You can say “Les directeurs s’approchent de moi”, because we say “s’approcher de quelque chose” not “approcher quelque chose”.
Well. You probably want “les directeurs s’approchent de moi”.
“Les directeurs m’approchent” is correct, but has another meaning, “the managers take contact with me”.
Approcher can be used both transitively, intransitively, and as a pronominal verb (s’approcher). All three possibilities produce a slightly different meaning. I’ll give some examples bellow. The translation you provided “Les directeurs m’approchent” corresponds to a transitive use of the verb and is probably the best translation for your original sentence—however it may sound less natural in French.
Il s’approche de la vérité.
Les directeurs s’approchent de moi.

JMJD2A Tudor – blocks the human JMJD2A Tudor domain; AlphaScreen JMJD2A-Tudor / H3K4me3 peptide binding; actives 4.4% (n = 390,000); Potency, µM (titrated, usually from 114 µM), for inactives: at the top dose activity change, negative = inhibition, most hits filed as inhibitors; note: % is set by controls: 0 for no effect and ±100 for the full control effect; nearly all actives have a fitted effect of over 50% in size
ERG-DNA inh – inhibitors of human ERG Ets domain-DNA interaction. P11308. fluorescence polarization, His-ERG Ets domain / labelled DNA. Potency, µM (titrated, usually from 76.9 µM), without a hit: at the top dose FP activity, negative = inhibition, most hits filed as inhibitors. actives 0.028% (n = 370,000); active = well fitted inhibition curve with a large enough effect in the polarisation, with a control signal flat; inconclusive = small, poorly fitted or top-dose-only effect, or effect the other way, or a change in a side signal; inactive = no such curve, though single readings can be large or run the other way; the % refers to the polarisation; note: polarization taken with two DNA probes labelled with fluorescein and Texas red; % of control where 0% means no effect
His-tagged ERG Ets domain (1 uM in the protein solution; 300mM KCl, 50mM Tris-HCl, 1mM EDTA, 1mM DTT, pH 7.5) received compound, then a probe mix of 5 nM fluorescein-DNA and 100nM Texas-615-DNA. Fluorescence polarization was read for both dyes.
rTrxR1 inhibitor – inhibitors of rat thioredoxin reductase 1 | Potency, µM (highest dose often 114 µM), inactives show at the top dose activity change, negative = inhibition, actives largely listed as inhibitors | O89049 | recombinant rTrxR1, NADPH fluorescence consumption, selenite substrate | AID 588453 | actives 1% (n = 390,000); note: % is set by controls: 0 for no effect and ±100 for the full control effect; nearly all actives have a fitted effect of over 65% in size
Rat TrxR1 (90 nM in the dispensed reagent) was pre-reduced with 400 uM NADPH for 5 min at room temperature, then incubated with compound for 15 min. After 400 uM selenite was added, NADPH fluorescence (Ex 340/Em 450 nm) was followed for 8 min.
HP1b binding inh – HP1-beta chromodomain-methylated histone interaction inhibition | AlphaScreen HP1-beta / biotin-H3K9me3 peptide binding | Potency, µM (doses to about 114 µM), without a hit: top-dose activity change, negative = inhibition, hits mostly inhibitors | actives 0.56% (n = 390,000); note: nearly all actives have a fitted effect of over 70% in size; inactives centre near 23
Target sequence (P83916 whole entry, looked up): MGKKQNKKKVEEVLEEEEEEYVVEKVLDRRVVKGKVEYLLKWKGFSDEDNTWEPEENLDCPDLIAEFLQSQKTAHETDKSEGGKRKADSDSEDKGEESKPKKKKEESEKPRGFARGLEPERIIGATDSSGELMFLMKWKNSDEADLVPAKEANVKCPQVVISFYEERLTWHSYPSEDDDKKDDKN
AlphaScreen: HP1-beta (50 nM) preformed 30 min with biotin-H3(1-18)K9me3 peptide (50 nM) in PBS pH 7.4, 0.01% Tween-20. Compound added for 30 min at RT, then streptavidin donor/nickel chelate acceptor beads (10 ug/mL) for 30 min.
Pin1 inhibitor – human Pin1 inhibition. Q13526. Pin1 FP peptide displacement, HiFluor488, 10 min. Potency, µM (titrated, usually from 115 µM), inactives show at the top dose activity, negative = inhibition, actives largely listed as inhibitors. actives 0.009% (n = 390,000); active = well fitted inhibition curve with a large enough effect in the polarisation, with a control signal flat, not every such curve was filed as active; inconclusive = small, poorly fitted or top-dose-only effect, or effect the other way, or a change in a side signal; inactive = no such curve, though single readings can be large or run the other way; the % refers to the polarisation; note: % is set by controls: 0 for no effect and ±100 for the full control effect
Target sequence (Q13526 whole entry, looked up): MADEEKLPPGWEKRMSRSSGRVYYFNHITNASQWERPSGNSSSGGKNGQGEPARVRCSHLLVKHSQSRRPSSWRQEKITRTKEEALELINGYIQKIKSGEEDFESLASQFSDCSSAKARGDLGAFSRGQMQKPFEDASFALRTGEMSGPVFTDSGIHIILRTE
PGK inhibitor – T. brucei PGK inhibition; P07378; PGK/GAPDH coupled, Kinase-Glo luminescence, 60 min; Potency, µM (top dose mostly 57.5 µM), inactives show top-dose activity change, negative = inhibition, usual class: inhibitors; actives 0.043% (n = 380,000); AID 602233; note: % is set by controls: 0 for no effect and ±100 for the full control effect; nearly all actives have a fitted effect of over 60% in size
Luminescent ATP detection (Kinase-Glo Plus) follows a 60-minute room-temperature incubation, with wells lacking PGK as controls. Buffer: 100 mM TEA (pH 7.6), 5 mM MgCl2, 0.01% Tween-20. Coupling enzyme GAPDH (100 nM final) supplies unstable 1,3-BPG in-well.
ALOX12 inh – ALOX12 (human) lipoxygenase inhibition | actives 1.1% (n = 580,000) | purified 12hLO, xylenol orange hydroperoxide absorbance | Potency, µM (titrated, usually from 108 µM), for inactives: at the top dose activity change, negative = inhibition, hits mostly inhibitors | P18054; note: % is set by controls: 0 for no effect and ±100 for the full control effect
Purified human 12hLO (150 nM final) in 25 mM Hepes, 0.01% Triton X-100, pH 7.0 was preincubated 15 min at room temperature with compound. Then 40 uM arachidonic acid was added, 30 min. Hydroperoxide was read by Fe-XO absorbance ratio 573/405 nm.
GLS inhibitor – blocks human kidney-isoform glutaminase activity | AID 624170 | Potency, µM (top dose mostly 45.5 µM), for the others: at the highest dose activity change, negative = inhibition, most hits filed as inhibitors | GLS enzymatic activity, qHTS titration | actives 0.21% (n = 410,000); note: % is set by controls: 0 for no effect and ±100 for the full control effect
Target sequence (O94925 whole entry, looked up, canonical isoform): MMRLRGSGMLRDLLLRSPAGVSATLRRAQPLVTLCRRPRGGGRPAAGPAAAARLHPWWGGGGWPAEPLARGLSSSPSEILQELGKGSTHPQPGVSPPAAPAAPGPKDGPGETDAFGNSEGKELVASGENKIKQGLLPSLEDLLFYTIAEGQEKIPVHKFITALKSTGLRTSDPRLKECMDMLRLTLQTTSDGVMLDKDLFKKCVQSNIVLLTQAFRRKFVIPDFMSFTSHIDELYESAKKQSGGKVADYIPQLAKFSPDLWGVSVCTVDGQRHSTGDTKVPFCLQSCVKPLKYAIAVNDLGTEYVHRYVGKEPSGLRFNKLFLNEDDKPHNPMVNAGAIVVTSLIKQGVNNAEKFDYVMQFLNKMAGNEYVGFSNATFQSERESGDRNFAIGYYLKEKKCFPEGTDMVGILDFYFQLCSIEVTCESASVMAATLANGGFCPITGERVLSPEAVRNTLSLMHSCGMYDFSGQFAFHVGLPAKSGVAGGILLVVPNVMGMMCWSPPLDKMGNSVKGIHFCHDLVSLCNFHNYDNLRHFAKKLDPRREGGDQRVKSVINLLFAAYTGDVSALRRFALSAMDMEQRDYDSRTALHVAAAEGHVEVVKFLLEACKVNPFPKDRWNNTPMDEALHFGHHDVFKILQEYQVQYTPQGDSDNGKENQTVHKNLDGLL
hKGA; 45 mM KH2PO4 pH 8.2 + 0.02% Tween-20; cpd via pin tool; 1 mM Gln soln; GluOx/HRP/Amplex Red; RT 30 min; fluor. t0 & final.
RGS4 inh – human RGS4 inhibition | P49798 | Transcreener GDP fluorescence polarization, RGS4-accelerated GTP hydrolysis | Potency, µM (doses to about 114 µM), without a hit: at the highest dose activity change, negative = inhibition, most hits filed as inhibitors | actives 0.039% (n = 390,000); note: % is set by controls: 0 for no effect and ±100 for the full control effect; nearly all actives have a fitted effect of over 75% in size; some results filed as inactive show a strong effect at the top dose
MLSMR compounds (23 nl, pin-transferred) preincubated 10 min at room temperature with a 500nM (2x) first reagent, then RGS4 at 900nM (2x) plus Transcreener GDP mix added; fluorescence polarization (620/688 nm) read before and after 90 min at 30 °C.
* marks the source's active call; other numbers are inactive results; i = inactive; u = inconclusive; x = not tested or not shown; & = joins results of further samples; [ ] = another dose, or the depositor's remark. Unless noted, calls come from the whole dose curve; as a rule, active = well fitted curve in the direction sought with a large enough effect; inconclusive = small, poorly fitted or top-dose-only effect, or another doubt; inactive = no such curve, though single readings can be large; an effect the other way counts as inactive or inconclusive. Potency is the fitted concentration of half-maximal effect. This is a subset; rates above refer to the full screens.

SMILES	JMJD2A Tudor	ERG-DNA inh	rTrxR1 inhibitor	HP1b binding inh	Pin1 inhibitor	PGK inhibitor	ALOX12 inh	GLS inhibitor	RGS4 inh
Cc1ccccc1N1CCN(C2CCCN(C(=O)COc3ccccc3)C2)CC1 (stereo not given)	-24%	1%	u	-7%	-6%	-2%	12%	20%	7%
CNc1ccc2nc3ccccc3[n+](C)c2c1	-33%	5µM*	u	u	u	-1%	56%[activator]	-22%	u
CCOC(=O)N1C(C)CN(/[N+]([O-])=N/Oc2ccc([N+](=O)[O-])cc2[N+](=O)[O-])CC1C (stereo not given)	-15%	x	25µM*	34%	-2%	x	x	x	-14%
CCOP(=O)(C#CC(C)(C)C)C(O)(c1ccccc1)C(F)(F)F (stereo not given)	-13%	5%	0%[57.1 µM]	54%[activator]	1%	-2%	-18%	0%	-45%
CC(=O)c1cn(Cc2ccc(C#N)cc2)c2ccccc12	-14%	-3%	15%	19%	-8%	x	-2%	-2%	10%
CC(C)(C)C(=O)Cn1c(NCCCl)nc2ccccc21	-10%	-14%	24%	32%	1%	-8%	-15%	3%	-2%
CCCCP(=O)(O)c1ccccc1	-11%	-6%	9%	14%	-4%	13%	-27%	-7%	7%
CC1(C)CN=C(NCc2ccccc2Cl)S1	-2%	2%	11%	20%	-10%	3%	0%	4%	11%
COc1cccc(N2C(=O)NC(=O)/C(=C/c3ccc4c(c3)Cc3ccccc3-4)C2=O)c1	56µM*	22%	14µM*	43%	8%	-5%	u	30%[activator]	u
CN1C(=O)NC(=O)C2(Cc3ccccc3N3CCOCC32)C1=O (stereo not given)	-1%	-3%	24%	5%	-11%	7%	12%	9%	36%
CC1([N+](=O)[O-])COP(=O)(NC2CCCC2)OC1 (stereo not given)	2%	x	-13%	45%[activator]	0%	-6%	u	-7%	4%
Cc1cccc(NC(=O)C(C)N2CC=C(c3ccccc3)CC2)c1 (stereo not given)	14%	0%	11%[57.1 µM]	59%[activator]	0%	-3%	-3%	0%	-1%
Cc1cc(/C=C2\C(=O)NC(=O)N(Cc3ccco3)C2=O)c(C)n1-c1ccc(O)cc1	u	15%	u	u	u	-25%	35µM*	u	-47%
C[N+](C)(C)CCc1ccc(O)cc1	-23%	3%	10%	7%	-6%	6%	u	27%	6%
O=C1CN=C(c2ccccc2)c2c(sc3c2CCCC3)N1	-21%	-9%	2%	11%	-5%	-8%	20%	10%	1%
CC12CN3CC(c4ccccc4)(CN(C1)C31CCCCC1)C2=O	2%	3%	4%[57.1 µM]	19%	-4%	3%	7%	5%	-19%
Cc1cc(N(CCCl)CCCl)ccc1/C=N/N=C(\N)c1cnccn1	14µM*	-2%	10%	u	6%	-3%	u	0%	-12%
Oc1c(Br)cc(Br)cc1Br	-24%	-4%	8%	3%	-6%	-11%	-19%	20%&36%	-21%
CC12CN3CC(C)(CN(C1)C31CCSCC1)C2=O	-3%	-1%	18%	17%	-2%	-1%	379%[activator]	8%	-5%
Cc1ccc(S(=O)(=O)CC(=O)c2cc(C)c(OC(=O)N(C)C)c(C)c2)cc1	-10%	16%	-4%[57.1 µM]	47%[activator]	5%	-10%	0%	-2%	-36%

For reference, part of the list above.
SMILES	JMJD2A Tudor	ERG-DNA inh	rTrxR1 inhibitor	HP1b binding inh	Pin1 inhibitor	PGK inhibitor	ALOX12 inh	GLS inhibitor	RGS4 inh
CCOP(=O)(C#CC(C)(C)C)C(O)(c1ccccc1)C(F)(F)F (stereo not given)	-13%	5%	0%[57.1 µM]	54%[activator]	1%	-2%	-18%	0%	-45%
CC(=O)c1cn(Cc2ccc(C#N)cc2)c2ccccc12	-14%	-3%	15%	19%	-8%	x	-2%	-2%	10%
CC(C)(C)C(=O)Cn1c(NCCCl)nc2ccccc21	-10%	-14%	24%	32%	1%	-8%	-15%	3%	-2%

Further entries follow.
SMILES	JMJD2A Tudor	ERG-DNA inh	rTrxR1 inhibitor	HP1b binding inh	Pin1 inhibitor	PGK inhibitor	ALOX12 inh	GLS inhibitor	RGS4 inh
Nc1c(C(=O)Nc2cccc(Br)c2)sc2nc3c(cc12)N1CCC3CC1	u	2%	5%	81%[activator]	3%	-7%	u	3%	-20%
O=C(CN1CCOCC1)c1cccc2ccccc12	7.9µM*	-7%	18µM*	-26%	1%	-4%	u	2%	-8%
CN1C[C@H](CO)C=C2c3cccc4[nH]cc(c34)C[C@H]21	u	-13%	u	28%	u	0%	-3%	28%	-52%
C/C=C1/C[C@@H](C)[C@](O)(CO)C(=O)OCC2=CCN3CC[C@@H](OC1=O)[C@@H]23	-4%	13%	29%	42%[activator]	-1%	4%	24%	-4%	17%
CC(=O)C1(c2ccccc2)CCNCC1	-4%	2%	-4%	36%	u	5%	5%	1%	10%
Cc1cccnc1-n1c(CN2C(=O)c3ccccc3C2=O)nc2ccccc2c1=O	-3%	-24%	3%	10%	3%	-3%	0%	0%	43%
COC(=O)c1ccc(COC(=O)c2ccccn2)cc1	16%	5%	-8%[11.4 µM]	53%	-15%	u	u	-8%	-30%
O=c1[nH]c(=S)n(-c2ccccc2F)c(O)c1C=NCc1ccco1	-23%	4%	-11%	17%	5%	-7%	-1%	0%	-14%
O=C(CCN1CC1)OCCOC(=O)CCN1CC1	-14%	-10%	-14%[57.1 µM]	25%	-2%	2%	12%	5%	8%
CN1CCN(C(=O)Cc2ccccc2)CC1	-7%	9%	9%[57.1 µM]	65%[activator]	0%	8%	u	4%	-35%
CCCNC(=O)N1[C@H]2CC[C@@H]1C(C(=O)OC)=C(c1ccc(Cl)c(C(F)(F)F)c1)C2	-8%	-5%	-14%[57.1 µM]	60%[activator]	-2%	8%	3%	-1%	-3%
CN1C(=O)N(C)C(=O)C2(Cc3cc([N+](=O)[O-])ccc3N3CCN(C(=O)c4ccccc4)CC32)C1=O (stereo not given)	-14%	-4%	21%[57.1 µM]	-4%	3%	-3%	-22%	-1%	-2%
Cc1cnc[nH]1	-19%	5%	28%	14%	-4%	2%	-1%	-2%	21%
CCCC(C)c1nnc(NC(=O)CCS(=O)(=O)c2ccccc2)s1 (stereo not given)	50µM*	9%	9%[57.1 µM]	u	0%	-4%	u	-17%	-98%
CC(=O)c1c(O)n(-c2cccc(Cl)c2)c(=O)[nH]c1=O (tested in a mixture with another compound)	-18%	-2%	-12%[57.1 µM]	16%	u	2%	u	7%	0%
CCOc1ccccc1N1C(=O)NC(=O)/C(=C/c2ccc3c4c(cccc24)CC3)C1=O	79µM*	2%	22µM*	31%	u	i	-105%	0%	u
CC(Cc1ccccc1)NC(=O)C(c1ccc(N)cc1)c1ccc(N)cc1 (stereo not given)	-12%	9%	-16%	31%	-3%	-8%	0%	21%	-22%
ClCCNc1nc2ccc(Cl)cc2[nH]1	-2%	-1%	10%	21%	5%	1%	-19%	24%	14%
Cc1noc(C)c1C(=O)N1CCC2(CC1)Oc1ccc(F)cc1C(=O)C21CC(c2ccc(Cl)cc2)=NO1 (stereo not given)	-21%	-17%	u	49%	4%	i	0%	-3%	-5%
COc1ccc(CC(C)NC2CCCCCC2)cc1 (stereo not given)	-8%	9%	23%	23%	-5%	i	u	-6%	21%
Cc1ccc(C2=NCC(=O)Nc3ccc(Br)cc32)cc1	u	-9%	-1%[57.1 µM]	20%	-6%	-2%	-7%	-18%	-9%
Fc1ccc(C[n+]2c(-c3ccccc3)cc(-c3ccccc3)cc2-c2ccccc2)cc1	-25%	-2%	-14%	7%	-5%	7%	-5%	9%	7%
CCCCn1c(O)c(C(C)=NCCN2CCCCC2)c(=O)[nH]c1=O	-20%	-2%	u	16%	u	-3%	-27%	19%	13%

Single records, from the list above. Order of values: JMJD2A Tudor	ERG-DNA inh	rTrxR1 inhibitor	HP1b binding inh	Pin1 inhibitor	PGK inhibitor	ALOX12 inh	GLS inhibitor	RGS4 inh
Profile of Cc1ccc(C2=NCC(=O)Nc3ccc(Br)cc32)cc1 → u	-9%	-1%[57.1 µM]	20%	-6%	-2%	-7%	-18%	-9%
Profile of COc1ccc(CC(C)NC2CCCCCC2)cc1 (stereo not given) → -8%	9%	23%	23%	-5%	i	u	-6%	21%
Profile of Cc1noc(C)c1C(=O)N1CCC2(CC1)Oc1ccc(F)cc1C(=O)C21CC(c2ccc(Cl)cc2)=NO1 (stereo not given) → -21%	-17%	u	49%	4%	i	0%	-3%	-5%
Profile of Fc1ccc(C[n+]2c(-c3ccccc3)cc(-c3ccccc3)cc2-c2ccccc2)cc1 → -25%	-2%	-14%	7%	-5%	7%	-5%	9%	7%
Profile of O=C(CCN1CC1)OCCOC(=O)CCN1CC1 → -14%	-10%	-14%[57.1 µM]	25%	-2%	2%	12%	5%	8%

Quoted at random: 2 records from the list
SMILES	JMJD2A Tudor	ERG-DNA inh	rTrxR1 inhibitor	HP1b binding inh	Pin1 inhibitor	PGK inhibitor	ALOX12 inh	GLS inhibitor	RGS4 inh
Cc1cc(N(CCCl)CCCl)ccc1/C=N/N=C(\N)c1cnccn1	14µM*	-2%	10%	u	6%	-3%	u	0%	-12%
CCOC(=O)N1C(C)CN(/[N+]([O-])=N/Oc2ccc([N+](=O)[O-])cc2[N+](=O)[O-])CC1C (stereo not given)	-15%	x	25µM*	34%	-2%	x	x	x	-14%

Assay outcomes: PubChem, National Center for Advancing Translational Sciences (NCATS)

- He is getting close to the truth. (Actively)
- The managers are coming close to me.
Il approche de la vérité.
Je voulais empêcher qu’il n’approche de moi.
(Les directeurs approchent de moi.)
- He gets close to the truth. (It happens)
- I wanted to prevent him to get close to me. (I don’t want it to happen.)
- The managers get close to me. (It happens)
Remark: The last sentence is inside brackets because it would be hard to find a context in which it is appropriate. Such a phrasing would mean that the managers’ intentions are purely irrelevant, they just happen to come close.
(I’m not sure the translation reflects that.)
Il approche le ministre.
Les directeurs m’approchent.
- He is approaching the minister. (That is, he most probably wants to speak.)
- The managers are approaching me.
That’s your original sentence. Notice however that, in everyday life, French speakers would almost always use the pronominal form instead to describe a scene, unless there is something inappropriate with someone approaching someone else.
Oh, and to make things even more complex, there is another use case for the transitive form:
Il approche l’enfant de la table.
He brings the child closer to the table.